European Neolithization and Ancient DNA: An Assessment


  • Marie-France Deguilloux,

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    • Marie-France Deguilloux and Marie-Hélène Pemonge are paleogeneticists and co-directors of the Paleogenetic Platform at the UMR PACEA of Bordeaux University. Their research deals with the reconstruction of past human migrations through the analysis of ancient human DNA. Their current research focuses on Neolithic remains.

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  • Rachael Leahy,

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    • Rachael Leahy is a graduate student at the Ohio State University. Her research interests include the European Bronze Age. E-mail:

  • Marie-Hélène Pemonge,

  • Stéphane Rottier

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    • Stéphane Rottier is an anthropologist and archeologist at the UMR PACEA ofBordeaux University. His research focuses on funerary practices in late European prehistory (Neolithic and Bronze Age). E-mail:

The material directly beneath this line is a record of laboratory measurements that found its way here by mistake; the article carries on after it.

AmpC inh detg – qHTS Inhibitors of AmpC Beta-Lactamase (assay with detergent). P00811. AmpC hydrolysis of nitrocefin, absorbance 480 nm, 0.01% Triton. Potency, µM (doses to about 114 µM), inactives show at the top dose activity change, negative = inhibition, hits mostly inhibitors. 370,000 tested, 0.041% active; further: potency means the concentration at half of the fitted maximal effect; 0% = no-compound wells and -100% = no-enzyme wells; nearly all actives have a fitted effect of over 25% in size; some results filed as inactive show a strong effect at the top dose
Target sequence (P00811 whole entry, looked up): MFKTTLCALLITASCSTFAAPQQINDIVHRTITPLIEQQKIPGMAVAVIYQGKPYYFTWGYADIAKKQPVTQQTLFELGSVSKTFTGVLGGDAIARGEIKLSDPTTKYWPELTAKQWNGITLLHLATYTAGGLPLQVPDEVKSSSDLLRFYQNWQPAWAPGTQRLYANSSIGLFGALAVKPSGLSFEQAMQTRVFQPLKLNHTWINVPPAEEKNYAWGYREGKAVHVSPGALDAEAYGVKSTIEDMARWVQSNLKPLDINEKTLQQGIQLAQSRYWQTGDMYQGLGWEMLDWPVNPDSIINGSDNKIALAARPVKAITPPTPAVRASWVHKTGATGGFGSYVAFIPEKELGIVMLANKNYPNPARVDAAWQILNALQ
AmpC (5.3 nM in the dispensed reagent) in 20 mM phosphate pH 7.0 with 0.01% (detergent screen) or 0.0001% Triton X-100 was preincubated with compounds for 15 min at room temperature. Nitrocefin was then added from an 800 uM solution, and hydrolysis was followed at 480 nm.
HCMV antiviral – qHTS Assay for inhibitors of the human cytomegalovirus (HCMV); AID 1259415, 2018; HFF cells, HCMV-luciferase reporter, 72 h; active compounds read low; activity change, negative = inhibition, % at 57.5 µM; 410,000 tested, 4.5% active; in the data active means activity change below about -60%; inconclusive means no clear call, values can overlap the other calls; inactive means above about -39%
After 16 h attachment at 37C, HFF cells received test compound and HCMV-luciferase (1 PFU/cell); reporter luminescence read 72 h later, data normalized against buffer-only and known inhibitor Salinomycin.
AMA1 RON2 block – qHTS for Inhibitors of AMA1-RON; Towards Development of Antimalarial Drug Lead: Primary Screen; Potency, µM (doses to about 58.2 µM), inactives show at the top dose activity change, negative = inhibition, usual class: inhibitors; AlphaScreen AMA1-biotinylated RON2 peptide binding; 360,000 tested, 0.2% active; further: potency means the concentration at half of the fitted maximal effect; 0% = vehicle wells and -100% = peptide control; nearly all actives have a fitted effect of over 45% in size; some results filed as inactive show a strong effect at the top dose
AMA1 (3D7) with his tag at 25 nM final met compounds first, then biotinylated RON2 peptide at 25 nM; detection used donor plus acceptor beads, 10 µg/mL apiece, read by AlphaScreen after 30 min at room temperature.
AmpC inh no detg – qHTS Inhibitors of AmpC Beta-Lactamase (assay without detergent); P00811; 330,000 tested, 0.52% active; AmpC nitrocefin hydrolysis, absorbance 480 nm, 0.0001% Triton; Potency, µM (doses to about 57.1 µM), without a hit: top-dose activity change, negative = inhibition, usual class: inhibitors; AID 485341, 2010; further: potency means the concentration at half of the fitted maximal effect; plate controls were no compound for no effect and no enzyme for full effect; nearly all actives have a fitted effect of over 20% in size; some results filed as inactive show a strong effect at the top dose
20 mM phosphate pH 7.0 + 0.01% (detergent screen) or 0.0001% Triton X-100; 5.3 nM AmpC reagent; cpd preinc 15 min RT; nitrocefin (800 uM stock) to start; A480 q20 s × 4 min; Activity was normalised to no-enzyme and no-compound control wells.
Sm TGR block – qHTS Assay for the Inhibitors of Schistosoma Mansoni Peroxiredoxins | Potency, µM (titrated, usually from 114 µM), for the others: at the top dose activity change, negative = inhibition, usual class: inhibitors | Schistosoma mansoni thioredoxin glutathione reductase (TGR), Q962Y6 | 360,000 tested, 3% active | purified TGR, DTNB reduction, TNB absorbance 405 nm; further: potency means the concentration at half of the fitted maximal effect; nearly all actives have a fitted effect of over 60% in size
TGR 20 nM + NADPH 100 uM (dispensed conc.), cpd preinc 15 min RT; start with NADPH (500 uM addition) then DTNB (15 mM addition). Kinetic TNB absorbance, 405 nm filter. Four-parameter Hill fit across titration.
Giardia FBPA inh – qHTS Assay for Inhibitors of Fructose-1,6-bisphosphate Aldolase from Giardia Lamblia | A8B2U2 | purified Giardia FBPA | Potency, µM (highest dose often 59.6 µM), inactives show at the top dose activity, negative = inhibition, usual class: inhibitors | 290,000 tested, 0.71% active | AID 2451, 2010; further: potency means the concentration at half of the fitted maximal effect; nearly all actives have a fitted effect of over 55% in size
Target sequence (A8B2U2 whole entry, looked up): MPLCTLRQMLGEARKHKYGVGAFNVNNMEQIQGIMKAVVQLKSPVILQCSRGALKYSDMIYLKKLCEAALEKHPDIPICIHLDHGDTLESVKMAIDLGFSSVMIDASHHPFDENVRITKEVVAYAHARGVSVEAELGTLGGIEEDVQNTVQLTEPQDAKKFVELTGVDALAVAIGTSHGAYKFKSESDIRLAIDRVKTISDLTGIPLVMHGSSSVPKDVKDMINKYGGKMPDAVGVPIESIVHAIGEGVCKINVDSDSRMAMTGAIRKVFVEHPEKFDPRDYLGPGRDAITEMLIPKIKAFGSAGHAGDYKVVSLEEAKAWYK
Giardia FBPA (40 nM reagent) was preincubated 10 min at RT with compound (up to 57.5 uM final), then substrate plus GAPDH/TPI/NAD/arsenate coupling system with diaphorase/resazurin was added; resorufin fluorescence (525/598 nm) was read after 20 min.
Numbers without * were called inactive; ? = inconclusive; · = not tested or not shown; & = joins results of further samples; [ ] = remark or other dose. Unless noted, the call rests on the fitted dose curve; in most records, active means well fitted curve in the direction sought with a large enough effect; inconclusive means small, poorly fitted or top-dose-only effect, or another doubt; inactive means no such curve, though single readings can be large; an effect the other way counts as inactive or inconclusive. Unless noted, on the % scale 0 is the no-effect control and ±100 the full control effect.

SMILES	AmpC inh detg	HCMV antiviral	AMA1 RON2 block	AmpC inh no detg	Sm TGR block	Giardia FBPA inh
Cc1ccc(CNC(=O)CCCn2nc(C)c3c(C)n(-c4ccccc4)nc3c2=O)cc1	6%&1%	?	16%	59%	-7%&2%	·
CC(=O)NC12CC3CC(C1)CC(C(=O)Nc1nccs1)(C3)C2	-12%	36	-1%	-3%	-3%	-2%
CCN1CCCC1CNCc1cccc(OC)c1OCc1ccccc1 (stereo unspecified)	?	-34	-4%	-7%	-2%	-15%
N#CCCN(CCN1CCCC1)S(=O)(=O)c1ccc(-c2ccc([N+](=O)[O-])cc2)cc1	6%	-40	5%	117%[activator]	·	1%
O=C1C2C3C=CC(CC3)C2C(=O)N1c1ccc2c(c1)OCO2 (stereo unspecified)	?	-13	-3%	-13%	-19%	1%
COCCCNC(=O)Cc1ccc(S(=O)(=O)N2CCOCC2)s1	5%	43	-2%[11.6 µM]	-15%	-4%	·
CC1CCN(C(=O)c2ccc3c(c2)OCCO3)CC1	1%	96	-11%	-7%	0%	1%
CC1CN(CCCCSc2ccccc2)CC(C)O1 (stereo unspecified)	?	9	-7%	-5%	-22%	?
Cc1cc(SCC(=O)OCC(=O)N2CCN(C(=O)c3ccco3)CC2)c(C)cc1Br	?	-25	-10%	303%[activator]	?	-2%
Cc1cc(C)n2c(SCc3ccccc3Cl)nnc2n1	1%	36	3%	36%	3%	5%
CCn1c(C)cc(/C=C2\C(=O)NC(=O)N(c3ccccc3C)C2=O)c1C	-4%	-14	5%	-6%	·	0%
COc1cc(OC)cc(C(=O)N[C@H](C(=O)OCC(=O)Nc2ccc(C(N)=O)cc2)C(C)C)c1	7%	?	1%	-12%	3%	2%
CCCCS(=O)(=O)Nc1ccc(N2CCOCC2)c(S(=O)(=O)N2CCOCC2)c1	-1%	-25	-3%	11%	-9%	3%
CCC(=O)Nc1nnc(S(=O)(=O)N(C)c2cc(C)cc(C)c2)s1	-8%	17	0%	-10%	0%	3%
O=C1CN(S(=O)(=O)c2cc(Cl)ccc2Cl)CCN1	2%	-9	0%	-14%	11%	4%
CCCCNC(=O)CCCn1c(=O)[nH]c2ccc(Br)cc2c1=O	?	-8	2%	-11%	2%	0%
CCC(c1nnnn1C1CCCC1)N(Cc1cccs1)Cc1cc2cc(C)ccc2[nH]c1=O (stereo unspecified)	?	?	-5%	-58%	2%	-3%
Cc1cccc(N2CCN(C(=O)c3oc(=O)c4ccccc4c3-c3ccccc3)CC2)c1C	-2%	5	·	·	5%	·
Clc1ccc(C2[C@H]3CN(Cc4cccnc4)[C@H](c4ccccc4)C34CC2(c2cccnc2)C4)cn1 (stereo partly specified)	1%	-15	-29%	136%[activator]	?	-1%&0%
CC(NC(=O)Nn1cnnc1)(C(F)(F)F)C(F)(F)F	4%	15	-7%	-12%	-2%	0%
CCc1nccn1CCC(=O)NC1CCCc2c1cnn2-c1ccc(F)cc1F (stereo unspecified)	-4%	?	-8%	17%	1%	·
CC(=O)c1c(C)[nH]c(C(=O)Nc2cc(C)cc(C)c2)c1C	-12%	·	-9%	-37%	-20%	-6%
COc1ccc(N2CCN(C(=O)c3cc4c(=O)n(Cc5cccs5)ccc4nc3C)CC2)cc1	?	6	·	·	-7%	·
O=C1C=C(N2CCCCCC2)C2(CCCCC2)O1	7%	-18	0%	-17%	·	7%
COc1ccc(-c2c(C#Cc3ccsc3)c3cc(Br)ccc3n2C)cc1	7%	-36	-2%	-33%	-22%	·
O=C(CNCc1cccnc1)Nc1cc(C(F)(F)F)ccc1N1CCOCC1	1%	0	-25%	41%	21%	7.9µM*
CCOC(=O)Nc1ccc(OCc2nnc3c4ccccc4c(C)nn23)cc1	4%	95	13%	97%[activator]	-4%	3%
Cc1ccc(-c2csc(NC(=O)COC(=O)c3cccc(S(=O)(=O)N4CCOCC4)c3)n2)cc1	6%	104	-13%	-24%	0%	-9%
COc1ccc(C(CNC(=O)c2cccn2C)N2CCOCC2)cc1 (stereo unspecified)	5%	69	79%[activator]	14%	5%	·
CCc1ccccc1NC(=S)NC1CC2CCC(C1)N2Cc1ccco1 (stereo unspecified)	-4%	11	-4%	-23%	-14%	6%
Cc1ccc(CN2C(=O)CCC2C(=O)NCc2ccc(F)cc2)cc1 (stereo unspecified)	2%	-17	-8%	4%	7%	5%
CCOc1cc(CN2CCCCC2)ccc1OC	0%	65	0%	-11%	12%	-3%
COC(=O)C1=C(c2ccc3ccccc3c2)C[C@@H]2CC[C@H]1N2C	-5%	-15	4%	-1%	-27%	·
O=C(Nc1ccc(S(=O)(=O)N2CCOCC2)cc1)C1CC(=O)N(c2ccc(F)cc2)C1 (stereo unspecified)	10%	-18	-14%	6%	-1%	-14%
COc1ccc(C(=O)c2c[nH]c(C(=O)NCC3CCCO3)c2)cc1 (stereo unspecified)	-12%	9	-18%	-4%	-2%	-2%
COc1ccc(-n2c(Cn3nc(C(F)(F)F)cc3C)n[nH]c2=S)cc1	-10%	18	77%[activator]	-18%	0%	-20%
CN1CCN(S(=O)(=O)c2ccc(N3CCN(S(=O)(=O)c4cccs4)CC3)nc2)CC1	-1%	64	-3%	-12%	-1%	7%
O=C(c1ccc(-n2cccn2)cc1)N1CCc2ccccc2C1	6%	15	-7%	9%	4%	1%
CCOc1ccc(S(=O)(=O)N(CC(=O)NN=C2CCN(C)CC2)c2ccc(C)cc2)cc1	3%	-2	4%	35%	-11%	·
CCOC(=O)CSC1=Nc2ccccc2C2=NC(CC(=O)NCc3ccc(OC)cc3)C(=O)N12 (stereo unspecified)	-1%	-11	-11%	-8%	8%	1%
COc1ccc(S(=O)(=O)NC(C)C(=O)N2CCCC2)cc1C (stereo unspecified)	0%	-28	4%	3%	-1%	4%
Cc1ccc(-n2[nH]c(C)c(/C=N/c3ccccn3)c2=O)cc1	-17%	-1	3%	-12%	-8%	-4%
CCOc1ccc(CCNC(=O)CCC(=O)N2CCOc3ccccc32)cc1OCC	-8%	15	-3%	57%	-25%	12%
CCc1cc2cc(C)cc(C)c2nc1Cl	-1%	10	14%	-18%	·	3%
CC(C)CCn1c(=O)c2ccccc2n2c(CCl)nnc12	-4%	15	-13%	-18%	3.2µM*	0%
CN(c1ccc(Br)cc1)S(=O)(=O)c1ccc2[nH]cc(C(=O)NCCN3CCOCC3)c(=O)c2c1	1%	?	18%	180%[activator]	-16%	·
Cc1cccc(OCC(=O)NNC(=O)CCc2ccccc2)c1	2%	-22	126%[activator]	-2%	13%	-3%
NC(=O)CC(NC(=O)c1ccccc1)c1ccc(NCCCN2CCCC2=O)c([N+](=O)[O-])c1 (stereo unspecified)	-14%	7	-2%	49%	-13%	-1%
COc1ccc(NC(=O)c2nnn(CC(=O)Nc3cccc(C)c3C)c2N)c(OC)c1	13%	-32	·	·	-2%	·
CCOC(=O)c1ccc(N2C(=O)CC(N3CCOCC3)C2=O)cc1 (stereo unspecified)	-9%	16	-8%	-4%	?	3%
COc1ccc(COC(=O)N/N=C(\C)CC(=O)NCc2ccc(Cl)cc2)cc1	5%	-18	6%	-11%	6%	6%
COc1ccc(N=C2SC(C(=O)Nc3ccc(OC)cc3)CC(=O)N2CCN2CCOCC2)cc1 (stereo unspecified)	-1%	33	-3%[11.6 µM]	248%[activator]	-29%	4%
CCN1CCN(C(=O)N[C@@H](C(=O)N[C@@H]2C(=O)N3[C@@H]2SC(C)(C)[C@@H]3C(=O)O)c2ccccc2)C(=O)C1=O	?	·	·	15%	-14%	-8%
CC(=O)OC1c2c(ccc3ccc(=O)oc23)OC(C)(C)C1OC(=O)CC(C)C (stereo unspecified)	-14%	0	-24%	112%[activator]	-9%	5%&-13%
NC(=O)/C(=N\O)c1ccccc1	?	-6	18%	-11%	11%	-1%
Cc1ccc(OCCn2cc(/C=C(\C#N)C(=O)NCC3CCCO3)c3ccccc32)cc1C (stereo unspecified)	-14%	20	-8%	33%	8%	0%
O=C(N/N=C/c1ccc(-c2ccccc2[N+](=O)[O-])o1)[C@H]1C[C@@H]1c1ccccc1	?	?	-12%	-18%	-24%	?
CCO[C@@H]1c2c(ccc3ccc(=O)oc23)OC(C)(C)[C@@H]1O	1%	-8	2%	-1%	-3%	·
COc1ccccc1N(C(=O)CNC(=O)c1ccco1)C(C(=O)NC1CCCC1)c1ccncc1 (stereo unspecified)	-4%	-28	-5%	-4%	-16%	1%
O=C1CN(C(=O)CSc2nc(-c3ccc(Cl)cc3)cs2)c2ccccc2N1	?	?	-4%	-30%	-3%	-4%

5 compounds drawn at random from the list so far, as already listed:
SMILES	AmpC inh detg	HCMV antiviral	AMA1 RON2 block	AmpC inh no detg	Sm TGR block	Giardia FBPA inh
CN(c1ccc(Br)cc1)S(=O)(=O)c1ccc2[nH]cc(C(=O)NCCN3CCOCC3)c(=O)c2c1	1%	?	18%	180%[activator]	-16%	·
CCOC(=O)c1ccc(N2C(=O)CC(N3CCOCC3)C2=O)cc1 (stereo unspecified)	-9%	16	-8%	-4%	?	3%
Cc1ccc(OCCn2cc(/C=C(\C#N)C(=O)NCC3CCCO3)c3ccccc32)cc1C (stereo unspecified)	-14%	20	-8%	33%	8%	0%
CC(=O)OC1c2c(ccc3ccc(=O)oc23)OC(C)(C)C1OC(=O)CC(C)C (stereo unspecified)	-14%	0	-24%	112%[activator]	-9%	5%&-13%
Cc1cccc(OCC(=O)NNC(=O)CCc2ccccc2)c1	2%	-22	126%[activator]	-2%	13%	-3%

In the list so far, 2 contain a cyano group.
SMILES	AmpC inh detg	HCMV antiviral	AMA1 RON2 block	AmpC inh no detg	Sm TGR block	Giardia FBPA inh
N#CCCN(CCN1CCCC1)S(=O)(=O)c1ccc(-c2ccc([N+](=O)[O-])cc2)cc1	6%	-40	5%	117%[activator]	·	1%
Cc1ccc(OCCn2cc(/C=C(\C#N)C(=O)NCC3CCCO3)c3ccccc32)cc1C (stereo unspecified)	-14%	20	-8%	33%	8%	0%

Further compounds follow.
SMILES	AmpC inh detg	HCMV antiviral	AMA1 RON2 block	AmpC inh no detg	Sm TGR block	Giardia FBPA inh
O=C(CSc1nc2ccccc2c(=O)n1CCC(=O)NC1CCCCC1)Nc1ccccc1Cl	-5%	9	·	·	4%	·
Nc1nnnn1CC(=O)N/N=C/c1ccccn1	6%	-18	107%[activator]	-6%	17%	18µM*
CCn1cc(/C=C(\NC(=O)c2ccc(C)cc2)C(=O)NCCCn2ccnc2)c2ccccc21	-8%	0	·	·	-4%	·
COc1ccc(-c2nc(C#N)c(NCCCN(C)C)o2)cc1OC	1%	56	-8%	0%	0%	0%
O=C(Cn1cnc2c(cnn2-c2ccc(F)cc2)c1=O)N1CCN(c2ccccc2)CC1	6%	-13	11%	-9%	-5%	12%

Neolithic processes underlying the distribution of genetic diversity among European populations have been the subject of intense debate since the first genetic data became available. However, patterns observed in the current European gene pool are the outcome of Paleolithic and Neolithic processes, overlaid with four millennia of further developments. This observation encouraged paleogeneticists to contribute to the debate by directly comparing genetic variation from the ancient inhabitants of Europe to their contemporary counterparts. Pre-Neolithic and Neolithic paleogenetic data are becoming increasingly available for north and northwest European populations. Despite the numerous problems inherent in the paleogenetic approach, the accumulation of ancient DNA datasets offers new perspectives from which to interpret the interactions between hunter-gatherer and farming communities. In light of information emerging from diverse disciplines, including recent paleogenetic studies, the most plausible model explaining the movement of Neolithic pioneer groups in central Europe is that of leapfrog migration.